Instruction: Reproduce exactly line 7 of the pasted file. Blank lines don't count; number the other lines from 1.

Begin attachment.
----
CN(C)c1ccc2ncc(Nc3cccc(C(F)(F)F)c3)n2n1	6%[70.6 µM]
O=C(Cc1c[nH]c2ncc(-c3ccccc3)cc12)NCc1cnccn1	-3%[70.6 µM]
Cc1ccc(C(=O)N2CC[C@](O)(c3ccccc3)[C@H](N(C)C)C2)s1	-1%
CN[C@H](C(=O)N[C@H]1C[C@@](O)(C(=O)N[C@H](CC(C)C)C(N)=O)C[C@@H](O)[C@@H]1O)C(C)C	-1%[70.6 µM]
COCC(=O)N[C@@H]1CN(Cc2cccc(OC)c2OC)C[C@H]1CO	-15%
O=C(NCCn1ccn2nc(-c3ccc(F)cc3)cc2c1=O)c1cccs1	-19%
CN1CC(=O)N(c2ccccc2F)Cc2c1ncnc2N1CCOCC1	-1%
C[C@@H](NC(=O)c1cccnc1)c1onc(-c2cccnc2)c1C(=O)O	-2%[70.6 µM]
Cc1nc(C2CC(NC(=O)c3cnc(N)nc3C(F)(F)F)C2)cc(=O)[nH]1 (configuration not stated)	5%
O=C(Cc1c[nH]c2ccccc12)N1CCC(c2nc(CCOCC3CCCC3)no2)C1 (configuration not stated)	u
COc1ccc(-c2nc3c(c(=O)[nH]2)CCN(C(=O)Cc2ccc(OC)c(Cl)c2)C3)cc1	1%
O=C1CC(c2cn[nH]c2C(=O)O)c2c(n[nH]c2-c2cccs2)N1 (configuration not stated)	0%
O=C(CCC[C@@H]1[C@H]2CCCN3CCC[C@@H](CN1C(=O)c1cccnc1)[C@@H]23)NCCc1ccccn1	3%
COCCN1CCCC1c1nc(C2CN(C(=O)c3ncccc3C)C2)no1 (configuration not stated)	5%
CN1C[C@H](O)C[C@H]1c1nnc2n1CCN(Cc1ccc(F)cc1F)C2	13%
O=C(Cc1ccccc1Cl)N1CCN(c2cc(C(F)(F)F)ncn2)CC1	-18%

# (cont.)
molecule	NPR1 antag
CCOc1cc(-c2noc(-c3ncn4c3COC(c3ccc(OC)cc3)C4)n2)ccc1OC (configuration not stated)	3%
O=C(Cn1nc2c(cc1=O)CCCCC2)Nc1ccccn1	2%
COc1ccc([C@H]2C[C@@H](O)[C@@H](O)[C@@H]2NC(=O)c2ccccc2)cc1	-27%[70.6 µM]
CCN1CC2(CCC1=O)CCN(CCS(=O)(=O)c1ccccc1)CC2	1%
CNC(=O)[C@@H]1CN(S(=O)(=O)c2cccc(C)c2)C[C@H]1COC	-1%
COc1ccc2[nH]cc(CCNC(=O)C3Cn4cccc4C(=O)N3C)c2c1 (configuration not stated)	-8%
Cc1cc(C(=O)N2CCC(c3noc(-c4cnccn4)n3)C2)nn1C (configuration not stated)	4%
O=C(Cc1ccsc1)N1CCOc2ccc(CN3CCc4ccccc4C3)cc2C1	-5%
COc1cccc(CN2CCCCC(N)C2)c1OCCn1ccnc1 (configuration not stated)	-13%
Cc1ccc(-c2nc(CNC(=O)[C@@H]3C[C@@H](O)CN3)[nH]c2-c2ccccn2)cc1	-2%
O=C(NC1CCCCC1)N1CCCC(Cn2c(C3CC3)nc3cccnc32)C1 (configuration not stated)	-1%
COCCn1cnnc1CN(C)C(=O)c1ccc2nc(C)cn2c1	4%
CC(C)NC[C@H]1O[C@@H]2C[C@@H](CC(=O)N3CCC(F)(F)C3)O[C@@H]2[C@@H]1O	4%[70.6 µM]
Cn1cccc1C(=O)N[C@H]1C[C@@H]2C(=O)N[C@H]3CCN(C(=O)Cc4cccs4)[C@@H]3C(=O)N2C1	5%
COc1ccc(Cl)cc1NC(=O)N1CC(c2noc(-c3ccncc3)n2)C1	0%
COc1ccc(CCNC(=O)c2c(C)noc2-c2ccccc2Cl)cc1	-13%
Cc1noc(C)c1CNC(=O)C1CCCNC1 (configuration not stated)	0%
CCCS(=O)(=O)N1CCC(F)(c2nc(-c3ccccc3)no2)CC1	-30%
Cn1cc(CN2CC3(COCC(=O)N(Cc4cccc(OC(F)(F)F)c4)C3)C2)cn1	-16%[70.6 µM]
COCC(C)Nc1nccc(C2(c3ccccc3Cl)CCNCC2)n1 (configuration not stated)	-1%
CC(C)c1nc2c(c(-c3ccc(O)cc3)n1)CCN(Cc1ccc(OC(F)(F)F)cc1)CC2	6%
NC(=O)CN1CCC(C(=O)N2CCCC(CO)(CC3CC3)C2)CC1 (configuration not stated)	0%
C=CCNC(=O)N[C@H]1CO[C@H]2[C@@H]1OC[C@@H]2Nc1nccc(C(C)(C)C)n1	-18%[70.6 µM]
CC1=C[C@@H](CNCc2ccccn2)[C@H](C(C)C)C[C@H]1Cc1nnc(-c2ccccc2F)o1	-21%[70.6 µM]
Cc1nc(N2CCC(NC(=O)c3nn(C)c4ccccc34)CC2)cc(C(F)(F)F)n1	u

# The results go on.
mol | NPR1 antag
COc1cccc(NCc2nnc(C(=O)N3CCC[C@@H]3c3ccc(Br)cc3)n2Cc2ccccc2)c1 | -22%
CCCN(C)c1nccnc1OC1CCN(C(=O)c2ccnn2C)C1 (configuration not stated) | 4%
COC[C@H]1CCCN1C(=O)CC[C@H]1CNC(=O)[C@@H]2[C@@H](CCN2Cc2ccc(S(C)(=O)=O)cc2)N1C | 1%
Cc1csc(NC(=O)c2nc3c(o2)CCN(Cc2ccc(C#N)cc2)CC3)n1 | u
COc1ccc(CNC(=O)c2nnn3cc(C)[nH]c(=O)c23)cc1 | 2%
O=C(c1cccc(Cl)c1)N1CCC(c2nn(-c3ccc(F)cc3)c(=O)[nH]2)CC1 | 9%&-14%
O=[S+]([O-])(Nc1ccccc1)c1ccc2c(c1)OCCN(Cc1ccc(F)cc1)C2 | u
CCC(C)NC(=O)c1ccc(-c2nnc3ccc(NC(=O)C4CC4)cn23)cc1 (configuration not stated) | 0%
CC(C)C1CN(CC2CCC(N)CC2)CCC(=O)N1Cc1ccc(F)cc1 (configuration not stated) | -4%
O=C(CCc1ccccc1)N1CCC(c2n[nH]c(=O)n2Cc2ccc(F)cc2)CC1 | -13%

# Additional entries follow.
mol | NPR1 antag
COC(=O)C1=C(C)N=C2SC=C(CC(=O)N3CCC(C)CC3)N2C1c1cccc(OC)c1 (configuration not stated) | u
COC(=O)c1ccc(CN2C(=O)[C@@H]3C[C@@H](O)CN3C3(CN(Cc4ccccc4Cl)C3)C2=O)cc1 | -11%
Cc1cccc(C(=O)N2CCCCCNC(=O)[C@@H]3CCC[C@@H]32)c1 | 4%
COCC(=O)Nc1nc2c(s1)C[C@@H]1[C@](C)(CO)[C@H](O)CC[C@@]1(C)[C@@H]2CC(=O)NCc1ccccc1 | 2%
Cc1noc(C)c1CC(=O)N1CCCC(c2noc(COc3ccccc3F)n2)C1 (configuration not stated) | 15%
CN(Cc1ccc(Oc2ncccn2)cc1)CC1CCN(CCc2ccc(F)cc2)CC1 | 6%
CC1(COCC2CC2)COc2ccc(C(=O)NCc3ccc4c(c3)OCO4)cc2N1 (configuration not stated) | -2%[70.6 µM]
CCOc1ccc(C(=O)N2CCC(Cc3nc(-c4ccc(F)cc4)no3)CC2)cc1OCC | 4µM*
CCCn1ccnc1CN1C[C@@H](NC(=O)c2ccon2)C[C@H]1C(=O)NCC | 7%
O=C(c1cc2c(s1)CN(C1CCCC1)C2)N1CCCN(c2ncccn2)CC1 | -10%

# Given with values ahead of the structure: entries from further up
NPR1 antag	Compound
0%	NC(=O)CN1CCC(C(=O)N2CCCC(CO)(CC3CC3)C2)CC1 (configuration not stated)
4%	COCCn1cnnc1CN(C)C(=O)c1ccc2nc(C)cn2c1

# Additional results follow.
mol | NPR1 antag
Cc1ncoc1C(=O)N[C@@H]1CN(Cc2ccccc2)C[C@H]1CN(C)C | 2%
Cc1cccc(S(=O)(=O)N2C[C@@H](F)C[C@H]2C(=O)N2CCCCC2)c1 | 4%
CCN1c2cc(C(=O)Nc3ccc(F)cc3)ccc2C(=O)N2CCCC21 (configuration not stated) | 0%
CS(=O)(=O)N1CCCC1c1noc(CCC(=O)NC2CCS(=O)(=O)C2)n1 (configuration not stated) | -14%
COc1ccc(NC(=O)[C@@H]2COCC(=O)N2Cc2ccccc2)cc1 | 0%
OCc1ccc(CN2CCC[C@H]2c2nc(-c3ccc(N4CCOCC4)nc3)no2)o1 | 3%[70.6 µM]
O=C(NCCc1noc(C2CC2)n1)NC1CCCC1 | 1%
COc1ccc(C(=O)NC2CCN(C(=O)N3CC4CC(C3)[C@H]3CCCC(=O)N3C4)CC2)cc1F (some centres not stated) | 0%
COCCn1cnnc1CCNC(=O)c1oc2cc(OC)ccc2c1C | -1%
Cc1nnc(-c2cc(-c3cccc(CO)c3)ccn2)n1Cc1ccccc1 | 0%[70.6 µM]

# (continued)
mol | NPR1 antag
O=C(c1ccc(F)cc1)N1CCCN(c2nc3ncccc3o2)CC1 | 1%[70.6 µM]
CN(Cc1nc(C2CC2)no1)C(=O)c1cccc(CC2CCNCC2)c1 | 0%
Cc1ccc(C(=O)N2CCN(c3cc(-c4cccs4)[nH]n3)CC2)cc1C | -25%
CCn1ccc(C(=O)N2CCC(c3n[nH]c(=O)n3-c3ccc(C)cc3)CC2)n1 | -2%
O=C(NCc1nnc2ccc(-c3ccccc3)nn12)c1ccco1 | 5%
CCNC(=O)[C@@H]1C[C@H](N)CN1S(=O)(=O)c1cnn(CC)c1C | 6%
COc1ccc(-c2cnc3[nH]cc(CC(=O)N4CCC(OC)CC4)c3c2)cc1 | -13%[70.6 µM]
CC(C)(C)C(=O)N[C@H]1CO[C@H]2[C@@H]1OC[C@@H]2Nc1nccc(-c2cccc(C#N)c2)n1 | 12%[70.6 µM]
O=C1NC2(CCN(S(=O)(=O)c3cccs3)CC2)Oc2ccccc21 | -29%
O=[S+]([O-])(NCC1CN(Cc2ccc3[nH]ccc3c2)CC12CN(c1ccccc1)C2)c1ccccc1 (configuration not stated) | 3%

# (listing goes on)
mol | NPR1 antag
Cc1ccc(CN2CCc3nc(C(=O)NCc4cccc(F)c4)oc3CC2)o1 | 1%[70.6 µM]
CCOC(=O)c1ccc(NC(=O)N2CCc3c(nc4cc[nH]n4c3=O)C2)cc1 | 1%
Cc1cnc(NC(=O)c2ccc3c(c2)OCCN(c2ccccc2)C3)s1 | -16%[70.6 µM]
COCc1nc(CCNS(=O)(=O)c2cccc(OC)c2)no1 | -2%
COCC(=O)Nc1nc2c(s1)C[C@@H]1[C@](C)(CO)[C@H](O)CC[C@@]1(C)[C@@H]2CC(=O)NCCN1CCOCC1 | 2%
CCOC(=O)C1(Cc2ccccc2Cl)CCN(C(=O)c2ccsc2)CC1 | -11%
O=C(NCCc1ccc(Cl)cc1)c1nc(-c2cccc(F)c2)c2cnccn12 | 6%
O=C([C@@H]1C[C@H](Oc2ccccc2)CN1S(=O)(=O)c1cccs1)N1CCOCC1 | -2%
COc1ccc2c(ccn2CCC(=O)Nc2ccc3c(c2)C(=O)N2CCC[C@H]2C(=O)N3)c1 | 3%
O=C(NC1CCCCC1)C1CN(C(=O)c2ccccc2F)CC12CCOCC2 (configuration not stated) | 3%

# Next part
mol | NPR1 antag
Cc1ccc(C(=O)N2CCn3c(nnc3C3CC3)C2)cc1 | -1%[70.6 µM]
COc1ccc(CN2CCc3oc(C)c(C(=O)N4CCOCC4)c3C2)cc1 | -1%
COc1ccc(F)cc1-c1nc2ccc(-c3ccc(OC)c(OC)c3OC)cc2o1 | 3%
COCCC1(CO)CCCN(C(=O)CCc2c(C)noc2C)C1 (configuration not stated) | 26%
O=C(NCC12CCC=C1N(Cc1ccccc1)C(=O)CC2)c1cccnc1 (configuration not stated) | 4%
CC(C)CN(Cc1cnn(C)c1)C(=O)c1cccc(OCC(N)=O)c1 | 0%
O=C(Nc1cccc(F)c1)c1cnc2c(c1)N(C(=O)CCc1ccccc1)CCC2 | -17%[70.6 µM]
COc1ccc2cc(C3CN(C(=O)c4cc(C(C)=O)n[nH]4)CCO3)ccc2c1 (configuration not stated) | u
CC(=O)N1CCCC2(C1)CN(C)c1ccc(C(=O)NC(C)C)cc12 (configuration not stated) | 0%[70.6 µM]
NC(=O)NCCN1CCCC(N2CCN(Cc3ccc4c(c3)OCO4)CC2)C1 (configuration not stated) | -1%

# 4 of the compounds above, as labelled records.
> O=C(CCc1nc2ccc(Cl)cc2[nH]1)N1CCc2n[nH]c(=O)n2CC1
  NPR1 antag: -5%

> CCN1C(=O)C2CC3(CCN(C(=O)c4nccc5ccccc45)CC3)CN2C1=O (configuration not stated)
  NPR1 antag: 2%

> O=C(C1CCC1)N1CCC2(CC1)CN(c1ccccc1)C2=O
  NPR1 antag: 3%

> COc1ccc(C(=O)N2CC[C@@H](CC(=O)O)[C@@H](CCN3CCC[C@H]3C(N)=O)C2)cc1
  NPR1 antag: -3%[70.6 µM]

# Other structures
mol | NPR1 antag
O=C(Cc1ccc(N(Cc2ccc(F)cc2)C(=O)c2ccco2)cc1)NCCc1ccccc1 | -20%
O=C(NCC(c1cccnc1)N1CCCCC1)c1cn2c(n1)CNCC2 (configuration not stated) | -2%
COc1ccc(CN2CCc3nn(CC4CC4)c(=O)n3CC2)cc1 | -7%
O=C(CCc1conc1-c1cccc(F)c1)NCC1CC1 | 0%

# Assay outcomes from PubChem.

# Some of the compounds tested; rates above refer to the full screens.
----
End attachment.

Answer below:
CN1CC(=O)N(c2ccccc2F)Cc2c1ncnc2N1CCOCC1	-1%